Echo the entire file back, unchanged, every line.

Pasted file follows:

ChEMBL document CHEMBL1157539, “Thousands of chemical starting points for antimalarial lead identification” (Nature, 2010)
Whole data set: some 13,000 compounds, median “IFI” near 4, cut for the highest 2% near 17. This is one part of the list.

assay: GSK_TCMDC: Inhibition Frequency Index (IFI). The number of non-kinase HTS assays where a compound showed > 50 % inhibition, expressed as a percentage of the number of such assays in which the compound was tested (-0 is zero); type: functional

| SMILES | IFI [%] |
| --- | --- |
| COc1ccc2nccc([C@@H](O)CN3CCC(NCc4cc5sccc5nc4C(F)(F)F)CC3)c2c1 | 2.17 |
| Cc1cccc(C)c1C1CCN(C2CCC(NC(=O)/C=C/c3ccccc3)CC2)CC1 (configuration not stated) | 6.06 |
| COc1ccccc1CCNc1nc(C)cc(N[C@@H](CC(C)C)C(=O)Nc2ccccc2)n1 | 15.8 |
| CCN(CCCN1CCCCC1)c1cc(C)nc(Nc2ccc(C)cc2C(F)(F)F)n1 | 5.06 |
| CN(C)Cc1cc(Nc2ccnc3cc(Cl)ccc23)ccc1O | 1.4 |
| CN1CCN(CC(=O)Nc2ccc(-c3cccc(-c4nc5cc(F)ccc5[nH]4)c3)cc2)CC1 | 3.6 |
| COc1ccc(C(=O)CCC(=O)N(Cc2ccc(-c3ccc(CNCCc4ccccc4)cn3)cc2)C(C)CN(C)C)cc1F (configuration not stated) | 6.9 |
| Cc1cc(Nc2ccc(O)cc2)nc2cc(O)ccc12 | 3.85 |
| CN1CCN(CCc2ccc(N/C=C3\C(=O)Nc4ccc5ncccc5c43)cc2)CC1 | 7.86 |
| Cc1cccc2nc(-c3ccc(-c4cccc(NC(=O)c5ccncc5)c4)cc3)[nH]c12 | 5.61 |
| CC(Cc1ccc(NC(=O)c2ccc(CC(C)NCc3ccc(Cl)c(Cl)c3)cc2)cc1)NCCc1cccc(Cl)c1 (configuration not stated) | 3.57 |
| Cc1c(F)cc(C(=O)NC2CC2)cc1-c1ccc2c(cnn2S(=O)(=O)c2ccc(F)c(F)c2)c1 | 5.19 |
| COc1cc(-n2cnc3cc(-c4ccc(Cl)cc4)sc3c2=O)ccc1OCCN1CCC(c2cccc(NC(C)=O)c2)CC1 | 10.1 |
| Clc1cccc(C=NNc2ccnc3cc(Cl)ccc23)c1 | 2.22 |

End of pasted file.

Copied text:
ChEMBL document CHEMBL1157539, “Thousands of chemical starting points for antimalarial lead identification” (Nature, 2010)
Whole data set: some 13,000 compounds, median “IFI” near 4, cut for the highest 2% near 17. This is one part of the list.

assay: GSK_TCMDC: Inhibition Frequency Index (IFI). The number of non-kinase HTS assays where a compound showed > 50 % inhibition, expressed as a percentage of the number of such assays in which the compound was tested (-0 is zero); type: functional

| SMILES | IFI [%] |
| --- | --- |
| COc1ccc2nccc([C@@H](O)CN3CCC(NCc4cc5sccc5nc4C(F)(F)F)CC3)c2c1 | 2.17 |
| Cc1cccc(C)c1C1CCN(C2CCC(NC(=O)/C=C/c3ccccc3)CC2)CC1 (configuration not stated) | 6.06 |
| COc1ccccc1CCNc1nc(C)cc(N[C@@H](CC(C)C)C(=O)Nc2ccccc2)n1 | 15.8 |
| CCN(CCCN1CCCCC1)c1cc(C)nc(Nc2ccc(C)cc2C(F)(F)F)n1 | 5.06 |
| CN(C)Cc1cc(Nc2ccnc3cc(Cl)ccc23)ccc1O | 1.4 |
| CN1CCN(CC(=O)Nc2ccc(-c3cccc(-c4nc5cc(F)ccc5[nH]4)c3)cc2)CC1 | 3.6 |
| COc1ccc(C(=O)CCC(=O)N(Cc2ccc(-c3ccc(CNCCc4ccccc4)cn3)cc2)C(C)CN(C)C)cc1F (configuration not stated) | 6.9 |
| Cc1cc(Nc2ccc(O)cc2)nc2cc(O)ccc12 | 3.85 |
| CN1CCN(CCc2ccc(N/C=C3\C(=O)Nc4ccc5ncccc5c43)cc2)CC1 | 7.86 |
| Cc1cccc2nc(-c3ccc(-c4cccc(NC(=O)c5ccncc5)c4)cc3)[nH]c12 | 5.61 |
| CC(Cc1ccc(NC(=O)c2ccc(CC(C)NCc3ccc(Cl)c(Cl)c3)cc2)cc1)NCCc1cccc(Cl)c1 (configuration not stated) | 3.57 |
| Cc1c(F)cc(C(=O)NC2CC2)cc1-c1ccc2c(cnn2S(=O)(=O)c2ccc(F)c(F)c2)c1 | 5.19 |
| COc1cc(-n2cnc3cc(-c4ccc(Cl)cc4)sc3c2=O)ccc1OCCN1CCC(c2cccc(NC(C)=O)c2)CC1 | 10.1 |
| Clc1cccc(C=NNc2ccnc3cc(Cl)ccc23)c1 | 2.22 |